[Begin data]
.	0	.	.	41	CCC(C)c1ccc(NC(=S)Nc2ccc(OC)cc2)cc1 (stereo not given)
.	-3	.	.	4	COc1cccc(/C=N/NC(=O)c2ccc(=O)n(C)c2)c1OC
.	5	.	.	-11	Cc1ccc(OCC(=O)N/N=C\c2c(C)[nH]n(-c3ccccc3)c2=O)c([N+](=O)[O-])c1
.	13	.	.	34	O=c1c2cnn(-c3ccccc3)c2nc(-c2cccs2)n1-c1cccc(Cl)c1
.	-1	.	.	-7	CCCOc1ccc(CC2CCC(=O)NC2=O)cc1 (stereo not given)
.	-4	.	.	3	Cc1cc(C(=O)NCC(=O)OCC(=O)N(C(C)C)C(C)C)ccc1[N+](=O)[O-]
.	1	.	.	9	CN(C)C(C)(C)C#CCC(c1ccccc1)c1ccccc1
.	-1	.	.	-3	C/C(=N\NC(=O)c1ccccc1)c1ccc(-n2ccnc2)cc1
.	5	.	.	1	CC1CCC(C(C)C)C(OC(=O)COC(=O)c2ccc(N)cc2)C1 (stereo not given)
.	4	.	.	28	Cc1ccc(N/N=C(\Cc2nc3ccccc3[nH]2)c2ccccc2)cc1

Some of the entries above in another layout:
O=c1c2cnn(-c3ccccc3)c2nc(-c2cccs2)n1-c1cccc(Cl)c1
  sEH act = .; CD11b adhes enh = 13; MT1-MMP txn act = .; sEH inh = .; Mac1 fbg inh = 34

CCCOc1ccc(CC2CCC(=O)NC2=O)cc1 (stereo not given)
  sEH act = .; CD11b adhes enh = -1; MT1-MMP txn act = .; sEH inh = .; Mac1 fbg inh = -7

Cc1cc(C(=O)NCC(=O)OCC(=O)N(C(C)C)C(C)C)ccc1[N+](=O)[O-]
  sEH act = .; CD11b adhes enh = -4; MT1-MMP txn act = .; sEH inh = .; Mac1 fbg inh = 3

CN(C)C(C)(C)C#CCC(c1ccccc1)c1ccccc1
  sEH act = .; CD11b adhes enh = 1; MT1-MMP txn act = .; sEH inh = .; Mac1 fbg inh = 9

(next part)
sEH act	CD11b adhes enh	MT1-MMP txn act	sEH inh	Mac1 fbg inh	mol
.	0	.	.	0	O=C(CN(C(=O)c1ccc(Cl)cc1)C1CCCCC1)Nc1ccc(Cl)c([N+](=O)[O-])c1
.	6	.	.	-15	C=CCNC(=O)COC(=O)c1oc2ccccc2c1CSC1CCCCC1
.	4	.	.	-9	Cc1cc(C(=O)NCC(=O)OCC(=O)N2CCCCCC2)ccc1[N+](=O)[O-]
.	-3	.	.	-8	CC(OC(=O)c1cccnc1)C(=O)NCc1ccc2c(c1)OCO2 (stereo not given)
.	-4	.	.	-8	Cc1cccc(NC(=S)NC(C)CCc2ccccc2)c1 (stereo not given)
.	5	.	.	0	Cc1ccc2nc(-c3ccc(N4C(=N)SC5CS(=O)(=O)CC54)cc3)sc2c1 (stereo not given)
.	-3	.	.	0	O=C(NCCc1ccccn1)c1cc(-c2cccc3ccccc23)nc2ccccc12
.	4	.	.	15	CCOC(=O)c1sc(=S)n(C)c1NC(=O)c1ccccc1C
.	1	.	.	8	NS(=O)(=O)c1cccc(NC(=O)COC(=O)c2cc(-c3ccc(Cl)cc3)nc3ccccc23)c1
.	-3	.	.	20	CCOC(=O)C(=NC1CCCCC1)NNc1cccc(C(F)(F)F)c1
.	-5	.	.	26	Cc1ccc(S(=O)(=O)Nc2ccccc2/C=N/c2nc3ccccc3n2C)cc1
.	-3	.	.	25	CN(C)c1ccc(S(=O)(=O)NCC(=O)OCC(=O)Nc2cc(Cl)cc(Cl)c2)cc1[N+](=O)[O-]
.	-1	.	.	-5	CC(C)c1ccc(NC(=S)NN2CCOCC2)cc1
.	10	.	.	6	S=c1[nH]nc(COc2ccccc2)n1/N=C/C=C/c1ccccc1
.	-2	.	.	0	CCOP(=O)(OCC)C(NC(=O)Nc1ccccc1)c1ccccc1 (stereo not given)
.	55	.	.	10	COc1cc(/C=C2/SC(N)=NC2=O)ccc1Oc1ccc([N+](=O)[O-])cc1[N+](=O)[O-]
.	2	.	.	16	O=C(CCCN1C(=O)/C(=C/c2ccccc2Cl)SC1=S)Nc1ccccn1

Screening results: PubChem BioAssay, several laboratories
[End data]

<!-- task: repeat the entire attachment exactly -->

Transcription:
.	0	.	.	41	CCC(C)c1ccc(NC(=S)Nc2ccc(OC)cc2)cc1 (stereo not given)
.	-3	.	.	4	COc1cccc(/C=N/NC(=O)c2ccc(=O)n(C)c2)c1OC
.	5	.	.	-11	Cc1ccc(OCC(=O)N/N=C\c2c(C)[nH]n(-c3ccccc3)c2=O)c([N+](=O)[O-])c1
.	13	.	.	34	O=c1c2cnn(-c3ccccc3)c2nc(-c2cccs2)n1-c1cccc(Cl)c1
.	-1	.	.	-7	CCCOc1ccc(CC2CCC(=O)NC2=O)cc1 (stereo not given)
.	-4	.	.	3	Cc1cc(C(=O)NCC(=O)OCC(=O)N(C(C)C)C(C)C)ccc1[N+](=O)[O-]
.	1	.	.	9	CN(C)C(C)(C)C#CCC(c1ccccc1)c1ccccc1
.	-1	.	.	-3	C/C(=N\NC(=O)c1ccccc1)c1ccc(-n2ccnc2)cc1
.	5	.	.	1	CC1CCC(C(C)C)C(OC(=O)COC(=O)c2ccc(N)cc2)C1 (stereo not given)
.	4	.	.	28	Cc1ccc(N/N=C(\Cc2nc3ccccc3[nH]2)c2ccccc2)cc1

Some of the entries above in another layout:
O=c1c2cnn(-c3ccccc3)c2nc(-c2cccs2)n1-c1cccc(Cl)c1
  sEH act = .; CD11b adhes enh = 13; MT1-MMP txn act = .; sEH inh = .; Mac1 fbg inh = 34

CCCOc1ccc(CC2CCC(=O)NC2=O)cc1 (stereo not given)
  sEH act = .; CD11b adhes enh = -1; MT1-MMP txn act = .; sEH inh = .; Mac1 fbg inh = -7

Cc1cc(C(=O)NCC(=O)OCC(=O)N(C(C)C)C(C)C)ccc1[N+](=O)[O-]
  sEH act = .; CD11b adhes enh = -4; MT1-MMP txn act = .; sEH inh = .; Mac1 fbg inh = 3

CN(C)C(C)(C)C#CCC(c1ccccc1)c1ccccc1
  sEH act = .; CD11b adhes enh = 1; MT1-MMP txn act = .; sEH inh = .; Mac1 fbg inh = 9

(next part)
sEH act	CD11b adhes enh	MT1-MMP txn act	sEH inh	Mac1 fbg inh	mol
.	0	.	.	0	O=C(CN(C(=O)c1ccc(Cl)cc1)C1CCCCC1)Nc1ccc(Cl)c([N+](=O)[O-])c1
.	6	.	.	-15	C=CCNC(=O)COC(=O)c1oc2ccccc2c1CSC1CCCCC1
.	4	.	.	-9	Cc1cc(C(=O)NCC(=O)OCC(=O)N2CCCCCC2)ccc1[N+](=O)[O-]
.	-3	.	.	-8	CC(OC(=O)c1cccnc1)C(=O)NCc1ccc2c(c1)OCO2 (stereo not given)
.	-4	.	.	-8	Cc1cccc(NC(=S)NC(C)CCc2ccccc2)c1 (stereo not given)
.	5	.	.	0	Cc1ccc2nc(-c3ccc(N4C(=N)SC5CS(=O)(=O)CC54)cc3)sc2c1 (stereo not given)
.	-3	.	.	0	O=C(NCCc1ccccn1)c1cc(-c2cccc3ccccc23)nc2ccccc12
.	4	.	.	15	CCOC(=O)c1sc(=S)n(C)c1NC(=O)c1ccccc1C
.	1	.	.	8	NS(=O)(=O)c1cccc(NC(=O)COC(=O)c2cc(-c3ccc(Cl)cc3)nc3ccccc23)c1
.	-3	.	.	20	CCOC(=O)C(=NC1CCCCC1)NNc1cccc(C(F)(F)F)c1
.	-5	.	.	26	Cc1ccc(S(=O)(=O)Nc2ccccc2/C=N/c2nc3ccccc3n2C)cc1
.	-3	.	.	25	CN(C)c1ccc(S(=O)(=O)NCC(=O)OCC(=O)Nc2cc(Cl)cc(Cl)c2)cc1[N+](=O)[O-]
.	-1	.	.	-5	CC(C)c1ccc(NC(=S)NN2CCOCC2)cc1
.	10	.	.	6	S=c1[nH]nc(COc2ccccc2)n1/N=C/C=C/c1ccccc1
.	-2	.	.	0	CCOP(=O)(OCC)C(NC(=O)Nc1ccccc1)c1ccccc1 (stereo not given)
.	55	.	.	10	COc1cc(/C=C2/SC(N)=NC2=O)ccc1Oc1ccc([N+](=O)[O-])cc1[N+](=O)[O-]
.	2	.	.	16	O=C(CCCN1C(=O)/C(=C/c2ccccc2Cl)SC1=S)Nc1ccccn1

Screening results: PubChem BioAssay, several laboratories